Wednesday, June 02, 2010

Bangladesh blocks Facebook amidst global uproar

SALEEM SAMAD

BANGLADESH FOR the first time bans social networking site Facebook on May 29 evening and arrested a youth Mahbub Alam Rodin (m) for cyber crime.

Earlier in March 2009 Bangladesh blocked YouTube.com by unknown person for uploading sensitive audio tape which was purportedly recorded at a crucial meeting of the Prime Minister Shiekh Hasina with the senior military officers soon after the army crushed a bloody mutiny of the border guards.

Media activists, supporters of free expression and thousands of Facebook users have strongly protested the decision of the authority and maintain that Bangladesh is following the footsteps of Pakistan, China, Syria, Iran and Burma.

Majority of the nearly 900,000 users in Bangladesh engaged in networking with friends and relatives spread all over the world are youths who are angered by the action of the authority. Bangladeshi Facebook users living abroad have opened couple of accounts to protest the action of Bangladesh.

Bangladesh authority argues that Facebook has uploaded “objectionable” and “dangerous” content and the site would remain blocked unless Facebook authority removes those materials, but promised that the action is temporary.

The government is exasperated by the 23 years old college graduate Rodin who has upload several photo-collages of Bangladesh Prime Minister Shiekh Hasina and opposition leader Begum Khaleda Zia in his account “BNP Support Groupwhich taints bad image of the government externally. The group depicts caricature of the present prime minister, which according to media specialists was not “inflammatory, offensive, provocative or insulting”. Possibly the government is nervous about its image and has over reacted, writes a local Bangla language newspaper in its editorial.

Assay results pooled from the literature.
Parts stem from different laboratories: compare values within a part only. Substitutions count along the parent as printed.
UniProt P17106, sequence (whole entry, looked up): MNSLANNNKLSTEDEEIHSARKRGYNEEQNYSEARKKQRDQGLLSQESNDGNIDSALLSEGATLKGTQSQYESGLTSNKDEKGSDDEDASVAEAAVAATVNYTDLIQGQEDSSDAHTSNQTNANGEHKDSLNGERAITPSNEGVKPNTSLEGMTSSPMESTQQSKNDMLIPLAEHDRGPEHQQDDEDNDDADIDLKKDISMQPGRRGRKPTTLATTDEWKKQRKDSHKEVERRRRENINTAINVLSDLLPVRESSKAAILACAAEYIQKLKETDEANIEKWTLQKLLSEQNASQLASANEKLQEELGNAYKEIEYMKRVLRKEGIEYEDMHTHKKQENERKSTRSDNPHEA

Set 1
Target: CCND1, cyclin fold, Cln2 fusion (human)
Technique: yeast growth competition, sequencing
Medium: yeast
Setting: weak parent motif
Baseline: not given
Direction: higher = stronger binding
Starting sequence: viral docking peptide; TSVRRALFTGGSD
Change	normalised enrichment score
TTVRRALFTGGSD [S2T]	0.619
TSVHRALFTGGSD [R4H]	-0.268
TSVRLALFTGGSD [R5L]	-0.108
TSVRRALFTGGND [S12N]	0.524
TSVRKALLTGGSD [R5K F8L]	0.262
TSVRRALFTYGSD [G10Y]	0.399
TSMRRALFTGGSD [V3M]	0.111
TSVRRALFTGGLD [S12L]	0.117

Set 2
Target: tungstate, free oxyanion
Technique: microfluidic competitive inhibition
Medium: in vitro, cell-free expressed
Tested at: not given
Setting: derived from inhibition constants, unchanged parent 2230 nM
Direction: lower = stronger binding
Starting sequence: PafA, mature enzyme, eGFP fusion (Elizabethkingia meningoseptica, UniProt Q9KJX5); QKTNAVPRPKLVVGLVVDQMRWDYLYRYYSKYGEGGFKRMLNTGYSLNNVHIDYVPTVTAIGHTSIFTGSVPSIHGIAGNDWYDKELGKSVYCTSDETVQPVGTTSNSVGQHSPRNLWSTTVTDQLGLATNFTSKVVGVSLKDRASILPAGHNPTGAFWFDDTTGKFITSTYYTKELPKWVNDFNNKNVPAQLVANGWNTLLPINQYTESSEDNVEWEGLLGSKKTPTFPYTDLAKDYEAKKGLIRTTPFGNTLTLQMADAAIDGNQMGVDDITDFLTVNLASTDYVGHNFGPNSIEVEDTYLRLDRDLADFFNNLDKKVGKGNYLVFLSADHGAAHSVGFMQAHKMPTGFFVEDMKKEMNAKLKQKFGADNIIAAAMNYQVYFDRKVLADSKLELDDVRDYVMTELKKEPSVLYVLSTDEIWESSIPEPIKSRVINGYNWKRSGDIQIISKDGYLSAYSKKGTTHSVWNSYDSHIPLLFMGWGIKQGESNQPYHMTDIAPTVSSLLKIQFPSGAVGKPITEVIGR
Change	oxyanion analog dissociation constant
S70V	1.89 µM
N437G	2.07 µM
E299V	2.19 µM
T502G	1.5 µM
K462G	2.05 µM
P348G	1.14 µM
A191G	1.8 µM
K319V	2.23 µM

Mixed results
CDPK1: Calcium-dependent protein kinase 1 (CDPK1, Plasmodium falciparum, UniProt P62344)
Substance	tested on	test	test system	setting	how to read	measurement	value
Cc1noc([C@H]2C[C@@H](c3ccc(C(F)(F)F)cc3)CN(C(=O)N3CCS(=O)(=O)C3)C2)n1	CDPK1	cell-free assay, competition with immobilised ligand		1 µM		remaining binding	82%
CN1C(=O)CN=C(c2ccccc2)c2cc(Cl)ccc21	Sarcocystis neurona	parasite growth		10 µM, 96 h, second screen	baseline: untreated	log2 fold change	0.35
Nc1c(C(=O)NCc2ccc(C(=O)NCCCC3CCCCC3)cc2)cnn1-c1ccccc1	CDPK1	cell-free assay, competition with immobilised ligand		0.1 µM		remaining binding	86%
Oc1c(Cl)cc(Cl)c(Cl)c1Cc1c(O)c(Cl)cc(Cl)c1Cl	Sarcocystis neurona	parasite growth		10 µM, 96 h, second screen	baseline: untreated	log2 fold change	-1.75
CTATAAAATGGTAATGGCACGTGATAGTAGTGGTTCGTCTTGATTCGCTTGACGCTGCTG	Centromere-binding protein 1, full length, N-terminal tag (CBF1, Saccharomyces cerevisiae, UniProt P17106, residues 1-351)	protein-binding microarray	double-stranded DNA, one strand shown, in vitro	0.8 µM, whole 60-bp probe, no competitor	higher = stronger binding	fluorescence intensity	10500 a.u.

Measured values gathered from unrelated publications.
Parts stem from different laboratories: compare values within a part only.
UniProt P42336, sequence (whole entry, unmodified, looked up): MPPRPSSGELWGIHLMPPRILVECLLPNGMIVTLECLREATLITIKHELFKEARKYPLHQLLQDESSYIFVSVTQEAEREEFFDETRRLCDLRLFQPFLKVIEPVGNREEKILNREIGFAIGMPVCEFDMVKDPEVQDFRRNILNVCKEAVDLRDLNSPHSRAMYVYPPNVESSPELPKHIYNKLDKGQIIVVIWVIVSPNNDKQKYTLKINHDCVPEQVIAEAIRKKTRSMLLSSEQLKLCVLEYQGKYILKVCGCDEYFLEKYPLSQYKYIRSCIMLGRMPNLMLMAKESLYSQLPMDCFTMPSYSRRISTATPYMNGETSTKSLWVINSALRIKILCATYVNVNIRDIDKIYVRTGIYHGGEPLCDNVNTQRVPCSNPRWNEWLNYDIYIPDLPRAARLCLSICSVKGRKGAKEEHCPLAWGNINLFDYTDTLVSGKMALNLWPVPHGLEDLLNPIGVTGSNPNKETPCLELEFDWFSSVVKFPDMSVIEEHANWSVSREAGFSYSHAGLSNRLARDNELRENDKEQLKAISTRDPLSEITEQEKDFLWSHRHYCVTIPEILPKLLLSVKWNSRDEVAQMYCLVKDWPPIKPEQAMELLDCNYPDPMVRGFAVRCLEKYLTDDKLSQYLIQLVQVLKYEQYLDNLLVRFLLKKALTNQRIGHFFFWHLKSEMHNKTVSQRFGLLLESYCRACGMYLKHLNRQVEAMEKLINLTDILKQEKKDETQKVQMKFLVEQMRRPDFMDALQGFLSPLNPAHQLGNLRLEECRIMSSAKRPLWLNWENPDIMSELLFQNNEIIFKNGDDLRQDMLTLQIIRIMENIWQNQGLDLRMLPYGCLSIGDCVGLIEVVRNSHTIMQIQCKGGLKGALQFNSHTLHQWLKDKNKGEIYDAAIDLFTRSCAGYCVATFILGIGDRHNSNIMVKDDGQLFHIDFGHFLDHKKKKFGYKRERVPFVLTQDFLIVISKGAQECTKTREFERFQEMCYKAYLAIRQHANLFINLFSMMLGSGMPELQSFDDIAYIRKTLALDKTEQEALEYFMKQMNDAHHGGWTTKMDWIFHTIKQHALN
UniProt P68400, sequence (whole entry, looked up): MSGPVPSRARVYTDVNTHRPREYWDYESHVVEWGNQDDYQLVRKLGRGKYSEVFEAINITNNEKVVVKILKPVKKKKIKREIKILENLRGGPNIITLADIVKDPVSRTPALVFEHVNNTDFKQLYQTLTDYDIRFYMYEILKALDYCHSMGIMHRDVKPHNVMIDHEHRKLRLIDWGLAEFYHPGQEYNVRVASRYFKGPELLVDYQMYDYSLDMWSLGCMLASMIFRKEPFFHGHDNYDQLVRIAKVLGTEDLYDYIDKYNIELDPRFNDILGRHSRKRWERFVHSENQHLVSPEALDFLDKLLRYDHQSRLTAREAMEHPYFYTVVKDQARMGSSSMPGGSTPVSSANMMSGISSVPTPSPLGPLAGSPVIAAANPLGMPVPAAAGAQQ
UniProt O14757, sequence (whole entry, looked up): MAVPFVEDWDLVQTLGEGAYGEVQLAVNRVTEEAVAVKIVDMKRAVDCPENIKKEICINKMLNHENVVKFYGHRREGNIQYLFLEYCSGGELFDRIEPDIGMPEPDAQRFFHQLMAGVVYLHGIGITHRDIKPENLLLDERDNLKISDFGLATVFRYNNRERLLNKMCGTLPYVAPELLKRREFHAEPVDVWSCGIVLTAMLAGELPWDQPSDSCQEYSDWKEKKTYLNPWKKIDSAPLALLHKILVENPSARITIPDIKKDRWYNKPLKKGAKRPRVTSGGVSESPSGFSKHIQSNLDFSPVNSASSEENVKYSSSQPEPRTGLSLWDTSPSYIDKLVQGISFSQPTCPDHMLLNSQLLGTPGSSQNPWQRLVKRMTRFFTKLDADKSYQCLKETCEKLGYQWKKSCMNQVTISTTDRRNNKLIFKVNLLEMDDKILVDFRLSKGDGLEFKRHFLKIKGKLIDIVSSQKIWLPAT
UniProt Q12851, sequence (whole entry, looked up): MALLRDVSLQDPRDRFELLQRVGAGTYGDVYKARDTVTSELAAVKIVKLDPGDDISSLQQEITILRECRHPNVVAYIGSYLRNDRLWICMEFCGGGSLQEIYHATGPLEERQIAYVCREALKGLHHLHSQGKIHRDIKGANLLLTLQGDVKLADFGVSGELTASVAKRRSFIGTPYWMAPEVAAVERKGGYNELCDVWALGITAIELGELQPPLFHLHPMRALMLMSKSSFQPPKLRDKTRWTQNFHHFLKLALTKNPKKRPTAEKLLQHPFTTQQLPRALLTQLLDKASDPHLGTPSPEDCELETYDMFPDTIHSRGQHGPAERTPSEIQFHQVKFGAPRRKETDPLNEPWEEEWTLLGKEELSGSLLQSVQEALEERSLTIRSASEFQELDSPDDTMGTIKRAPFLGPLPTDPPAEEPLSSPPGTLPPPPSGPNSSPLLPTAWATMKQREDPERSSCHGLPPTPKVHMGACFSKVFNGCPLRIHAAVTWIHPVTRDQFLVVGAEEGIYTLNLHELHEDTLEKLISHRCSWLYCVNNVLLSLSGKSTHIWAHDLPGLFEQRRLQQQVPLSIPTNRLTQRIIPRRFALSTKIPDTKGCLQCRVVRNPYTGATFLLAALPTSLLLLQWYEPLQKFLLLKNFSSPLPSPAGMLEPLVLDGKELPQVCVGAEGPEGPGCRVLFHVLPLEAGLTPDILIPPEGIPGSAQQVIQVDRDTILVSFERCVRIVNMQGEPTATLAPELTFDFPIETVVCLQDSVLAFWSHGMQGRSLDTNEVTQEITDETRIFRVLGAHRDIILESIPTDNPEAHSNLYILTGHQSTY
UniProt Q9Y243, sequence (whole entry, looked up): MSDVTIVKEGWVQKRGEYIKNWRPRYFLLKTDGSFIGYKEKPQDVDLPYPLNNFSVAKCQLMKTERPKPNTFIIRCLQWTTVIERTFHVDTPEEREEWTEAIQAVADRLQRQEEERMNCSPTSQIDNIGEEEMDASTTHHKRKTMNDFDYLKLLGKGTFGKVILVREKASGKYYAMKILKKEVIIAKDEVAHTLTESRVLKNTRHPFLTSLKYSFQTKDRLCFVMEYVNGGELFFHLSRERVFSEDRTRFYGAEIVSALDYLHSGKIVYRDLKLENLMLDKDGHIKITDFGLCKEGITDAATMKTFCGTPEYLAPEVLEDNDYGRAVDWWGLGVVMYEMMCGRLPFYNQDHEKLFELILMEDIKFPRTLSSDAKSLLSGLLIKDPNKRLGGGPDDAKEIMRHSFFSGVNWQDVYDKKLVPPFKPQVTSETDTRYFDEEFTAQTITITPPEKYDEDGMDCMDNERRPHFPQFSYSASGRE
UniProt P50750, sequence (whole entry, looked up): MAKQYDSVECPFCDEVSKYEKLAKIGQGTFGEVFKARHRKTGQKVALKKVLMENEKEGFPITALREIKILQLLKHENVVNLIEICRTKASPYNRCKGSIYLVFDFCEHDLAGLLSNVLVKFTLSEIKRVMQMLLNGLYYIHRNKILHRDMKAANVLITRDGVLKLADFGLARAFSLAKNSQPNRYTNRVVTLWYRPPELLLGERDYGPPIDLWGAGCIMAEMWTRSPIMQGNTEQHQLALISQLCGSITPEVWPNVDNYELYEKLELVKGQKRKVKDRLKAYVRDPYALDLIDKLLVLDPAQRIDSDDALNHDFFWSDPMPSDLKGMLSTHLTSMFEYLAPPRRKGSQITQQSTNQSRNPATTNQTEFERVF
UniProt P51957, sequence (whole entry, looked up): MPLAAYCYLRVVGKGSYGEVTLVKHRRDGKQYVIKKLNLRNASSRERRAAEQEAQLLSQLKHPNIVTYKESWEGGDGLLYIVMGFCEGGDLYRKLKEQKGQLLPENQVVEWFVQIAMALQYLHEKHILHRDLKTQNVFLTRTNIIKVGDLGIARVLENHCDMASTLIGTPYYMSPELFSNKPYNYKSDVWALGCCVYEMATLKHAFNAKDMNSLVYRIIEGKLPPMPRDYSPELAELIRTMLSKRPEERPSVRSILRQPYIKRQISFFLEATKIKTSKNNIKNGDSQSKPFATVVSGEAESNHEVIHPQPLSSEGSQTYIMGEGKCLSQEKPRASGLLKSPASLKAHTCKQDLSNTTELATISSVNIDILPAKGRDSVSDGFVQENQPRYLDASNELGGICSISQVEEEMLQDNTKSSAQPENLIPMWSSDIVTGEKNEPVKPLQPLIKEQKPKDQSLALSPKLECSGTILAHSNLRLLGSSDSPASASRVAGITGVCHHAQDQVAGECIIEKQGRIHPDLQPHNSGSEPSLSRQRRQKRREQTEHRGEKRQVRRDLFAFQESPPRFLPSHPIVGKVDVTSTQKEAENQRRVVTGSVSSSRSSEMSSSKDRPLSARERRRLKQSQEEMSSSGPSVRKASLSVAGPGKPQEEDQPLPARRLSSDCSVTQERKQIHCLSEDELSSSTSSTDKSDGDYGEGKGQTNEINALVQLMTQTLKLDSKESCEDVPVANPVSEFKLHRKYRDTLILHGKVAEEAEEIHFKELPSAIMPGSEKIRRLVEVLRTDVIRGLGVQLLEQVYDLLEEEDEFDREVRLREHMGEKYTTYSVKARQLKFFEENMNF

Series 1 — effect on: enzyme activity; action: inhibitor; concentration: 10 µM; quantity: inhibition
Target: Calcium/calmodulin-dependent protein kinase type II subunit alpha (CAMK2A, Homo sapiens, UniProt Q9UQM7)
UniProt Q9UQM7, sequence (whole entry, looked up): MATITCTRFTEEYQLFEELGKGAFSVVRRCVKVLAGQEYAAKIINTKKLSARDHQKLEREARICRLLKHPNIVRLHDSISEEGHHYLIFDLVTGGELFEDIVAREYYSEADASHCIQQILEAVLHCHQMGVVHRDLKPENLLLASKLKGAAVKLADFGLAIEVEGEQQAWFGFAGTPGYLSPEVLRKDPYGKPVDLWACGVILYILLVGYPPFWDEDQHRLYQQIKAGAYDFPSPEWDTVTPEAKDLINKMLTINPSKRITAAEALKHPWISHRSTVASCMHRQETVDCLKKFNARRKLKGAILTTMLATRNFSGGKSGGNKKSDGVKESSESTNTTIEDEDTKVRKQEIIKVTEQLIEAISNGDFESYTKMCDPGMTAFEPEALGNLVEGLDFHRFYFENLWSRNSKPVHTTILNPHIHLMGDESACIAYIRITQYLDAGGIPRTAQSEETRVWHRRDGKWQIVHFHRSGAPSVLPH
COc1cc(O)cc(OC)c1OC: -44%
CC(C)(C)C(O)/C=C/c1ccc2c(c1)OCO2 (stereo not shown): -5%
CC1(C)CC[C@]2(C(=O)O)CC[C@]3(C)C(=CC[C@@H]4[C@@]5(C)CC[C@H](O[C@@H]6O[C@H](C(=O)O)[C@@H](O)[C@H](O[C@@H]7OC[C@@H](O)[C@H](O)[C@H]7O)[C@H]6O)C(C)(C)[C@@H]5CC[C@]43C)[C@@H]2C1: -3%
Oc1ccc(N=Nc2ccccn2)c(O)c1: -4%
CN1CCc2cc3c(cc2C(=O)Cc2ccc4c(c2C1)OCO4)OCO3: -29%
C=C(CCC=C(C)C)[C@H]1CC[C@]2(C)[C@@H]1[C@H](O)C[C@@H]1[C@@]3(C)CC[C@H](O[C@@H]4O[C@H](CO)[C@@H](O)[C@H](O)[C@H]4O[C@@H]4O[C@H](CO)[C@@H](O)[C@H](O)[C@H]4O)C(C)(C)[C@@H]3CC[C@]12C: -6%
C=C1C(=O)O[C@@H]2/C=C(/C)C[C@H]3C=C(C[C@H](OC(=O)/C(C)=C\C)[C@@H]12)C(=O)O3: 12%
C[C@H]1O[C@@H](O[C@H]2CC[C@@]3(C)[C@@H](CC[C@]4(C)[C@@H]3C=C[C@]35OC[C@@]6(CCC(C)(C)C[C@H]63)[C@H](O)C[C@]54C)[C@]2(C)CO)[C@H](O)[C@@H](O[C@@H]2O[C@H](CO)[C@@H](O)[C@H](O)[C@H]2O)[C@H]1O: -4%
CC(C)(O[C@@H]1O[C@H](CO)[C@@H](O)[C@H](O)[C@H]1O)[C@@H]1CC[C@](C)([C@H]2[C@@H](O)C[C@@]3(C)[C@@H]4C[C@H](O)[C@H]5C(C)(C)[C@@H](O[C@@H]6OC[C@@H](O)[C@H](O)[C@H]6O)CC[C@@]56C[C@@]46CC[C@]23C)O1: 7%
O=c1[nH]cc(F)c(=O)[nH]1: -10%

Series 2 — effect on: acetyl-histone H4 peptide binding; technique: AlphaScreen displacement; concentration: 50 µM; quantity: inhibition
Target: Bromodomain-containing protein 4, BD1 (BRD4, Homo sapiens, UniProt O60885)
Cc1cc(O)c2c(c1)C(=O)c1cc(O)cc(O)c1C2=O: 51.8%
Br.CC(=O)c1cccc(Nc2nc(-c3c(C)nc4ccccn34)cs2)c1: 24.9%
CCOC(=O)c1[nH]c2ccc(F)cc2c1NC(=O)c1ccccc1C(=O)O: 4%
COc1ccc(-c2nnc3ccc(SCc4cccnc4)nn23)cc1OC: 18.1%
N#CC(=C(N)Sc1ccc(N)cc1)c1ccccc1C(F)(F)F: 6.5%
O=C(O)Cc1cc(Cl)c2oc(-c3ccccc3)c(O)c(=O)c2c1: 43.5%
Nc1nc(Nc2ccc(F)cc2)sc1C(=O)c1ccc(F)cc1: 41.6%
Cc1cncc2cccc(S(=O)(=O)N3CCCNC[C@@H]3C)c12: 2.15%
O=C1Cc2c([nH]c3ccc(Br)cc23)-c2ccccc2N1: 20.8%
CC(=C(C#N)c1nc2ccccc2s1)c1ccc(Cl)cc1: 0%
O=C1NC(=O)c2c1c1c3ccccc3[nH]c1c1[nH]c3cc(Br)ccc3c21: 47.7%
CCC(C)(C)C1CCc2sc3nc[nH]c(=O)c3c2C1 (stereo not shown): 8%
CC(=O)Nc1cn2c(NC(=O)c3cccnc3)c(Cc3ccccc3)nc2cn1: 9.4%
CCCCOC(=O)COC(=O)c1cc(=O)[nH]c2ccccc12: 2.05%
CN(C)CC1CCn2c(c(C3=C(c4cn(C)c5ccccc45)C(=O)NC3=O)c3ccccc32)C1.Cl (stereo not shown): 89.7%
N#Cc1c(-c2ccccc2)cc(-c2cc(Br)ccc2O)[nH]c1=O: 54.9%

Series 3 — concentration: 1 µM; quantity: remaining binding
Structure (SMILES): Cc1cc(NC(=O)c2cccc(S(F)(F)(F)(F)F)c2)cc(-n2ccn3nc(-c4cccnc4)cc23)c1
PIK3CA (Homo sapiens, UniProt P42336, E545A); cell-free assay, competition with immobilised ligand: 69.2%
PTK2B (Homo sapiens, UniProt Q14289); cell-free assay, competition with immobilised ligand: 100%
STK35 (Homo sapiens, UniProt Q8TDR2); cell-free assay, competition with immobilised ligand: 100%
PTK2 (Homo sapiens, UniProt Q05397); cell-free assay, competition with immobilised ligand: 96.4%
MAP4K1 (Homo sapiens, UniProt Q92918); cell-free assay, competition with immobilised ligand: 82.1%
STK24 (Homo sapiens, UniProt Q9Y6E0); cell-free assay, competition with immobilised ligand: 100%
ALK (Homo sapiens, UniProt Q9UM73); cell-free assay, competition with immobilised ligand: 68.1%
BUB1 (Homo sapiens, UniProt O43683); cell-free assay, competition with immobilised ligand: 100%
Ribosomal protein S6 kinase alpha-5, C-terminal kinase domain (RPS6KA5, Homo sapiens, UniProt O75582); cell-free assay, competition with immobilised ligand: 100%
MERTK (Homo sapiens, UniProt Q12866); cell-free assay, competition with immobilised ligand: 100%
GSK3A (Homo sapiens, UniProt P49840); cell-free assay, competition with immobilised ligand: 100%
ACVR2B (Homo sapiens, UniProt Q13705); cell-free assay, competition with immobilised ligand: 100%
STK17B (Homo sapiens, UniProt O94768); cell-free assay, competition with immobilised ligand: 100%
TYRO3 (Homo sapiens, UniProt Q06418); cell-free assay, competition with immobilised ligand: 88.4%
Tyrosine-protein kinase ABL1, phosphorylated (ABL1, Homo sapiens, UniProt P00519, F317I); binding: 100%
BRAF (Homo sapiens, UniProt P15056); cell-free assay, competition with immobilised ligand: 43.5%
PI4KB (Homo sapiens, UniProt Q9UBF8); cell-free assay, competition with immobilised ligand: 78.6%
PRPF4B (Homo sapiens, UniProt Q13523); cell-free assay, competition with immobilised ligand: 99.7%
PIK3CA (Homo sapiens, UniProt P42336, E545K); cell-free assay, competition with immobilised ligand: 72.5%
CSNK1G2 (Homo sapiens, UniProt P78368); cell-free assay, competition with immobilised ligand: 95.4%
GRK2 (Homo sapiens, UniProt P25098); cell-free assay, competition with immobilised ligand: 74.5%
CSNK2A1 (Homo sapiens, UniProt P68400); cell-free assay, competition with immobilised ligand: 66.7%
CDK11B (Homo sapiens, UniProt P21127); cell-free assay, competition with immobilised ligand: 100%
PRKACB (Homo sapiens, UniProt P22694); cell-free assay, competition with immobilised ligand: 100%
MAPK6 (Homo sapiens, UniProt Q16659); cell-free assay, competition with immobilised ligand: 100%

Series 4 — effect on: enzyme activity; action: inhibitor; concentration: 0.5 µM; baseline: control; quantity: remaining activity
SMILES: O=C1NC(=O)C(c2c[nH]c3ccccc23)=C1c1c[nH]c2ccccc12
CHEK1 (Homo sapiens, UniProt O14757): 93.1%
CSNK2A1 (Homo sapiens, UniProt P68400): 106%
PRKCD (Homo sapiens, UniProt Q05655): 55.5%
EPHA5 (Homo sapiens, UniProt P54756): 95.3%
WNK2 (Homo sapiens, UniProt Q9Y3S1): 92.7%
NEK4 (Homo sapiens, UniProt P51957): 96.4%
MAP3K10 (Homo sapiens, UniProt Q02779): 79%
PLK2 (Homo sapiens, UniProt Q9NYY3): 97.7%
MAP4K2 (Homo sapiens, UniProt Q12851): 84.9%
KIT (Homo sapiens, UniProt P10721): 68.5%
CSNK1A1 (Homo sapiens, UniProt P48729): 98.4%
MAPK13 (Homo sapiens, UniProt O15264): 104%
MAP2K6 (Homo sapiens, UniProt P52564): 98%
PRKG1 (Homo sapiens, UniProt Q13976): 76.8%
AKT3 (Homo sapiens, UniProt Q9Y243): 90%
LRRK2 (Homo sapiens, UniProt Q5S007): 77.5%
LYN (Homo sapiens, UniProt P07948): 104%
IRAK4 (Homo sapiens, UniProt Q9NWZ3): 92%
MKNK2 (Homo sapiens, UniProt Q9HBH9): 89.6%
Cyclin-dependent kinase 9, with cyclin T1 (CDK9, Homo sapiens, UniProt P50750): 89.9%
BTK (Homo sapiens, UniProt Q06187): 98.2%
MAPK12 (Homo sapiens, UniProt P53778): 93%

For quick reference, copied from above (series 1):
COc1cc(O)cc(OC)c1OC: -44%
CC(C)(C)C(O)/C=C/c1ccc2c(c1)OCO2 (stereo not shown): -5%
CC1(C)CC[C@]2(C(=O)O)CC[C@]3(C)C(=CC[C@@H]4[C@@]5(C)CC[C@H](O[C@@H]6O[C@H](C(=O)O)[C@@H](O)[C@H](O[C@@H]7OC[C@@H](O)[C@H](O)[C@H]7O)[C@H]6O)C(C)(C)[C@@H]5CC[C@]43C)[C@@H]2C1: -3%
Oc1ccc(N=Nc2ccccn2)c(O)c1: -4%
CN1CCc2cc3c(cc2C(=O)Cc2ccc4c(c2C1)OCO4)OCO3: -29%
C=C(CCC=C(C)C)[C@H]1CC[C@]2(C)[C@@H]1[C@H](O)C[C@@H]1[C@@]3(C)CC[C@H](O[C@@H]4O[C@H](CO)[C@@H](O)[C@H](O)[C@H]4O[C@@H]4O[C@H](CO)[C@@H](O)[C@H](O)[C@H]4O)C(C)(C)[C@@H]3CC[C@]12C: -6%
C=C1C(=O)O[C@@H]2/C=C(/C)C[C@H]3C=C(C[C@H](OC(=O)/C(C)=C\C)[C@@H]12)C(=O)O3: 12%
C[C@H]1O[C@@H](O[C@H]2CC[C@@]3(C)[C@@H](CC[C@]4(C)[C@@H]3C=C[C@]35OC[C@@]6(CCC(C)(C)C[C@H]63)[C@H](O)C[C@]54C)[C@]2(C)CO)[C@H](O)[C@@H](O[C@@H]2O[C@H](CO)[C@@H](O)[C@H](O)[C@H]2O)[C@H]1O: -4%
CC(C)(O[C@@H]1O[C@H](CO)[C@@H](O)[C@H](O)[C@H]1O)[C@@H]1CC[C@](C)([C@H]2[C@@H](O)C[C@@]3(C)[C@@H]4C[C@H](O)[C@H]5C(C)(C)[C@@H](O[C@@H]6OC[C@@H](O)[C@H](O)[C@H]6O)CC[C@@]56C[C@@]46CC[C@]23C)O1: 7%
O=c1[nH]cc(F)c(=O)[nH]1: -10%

In the past Bangladesh governments has punished and intimated several journalists, print and electronic media blaming them for smear negative image of the government.

Retired Brigadier General Zia Ahmed, Chairman, Bangladesh Telecommunication Regulatory Commission (BTRC) believes that the activity of the youth as a threat to the unity, progress and sovereignty of the nation.

Anti-crime squad Rapid Action Battalion (RAB) allege that the youth was responsible of a number of cyber crimes using a number of fake identities in the Facebook. He is being interrogated, whether he is involved in a conspiracy.

"BTRC engineers tried in vain to block access to the links to the provocative images. The site [Facebook.com] had to be blocked," said Post and Telecommunications Secretary Sunil Kanti Bose to Daily Star.

For several days the BTRC has tried in vain to black access to the link of from the Facebook, failing to do so they took help of two IIG (International Internet Gateway) service providers. The commission tried second option to block the content of the Facebook.com by application of DPI (deep packet inspection) in data handlers -- a method similar to applying a filter to the server to block unwanted contents. But it did not work.

On the other front a number of religion-based political organisations demanded closure of the site on last Friday (May 28) blaming Facebook for spreading blasphemy by having a group “Everybody Draw Mohammed Day”.

The parties that made this demand in a meeting at Muktangan include the Islami Andolan, Islami Oikkyajot and Khilafat Andolan.

Bangladesh authorities however denied that the Facebook has been blocked because of the agitation by the Islamist. The Islamist announced agitation programme after Friday prayers could not be held.

The decision came from a government that swept to power with a vision to establish "Digital Bangladesh" by 2021. The government has already taken steps to ensure freedom of the press and right to information bills in the parliament.

M Lutful Kabir (m), chairman of Bangladesh University of Engineering and Technology's information, communication and technology, understand that much harsher measure has been adopted by the Bangladesh government, he said.

Aktaruzzaman Manju (m), president of Bangladesh Internet Service Providers, termed the decision awkward. #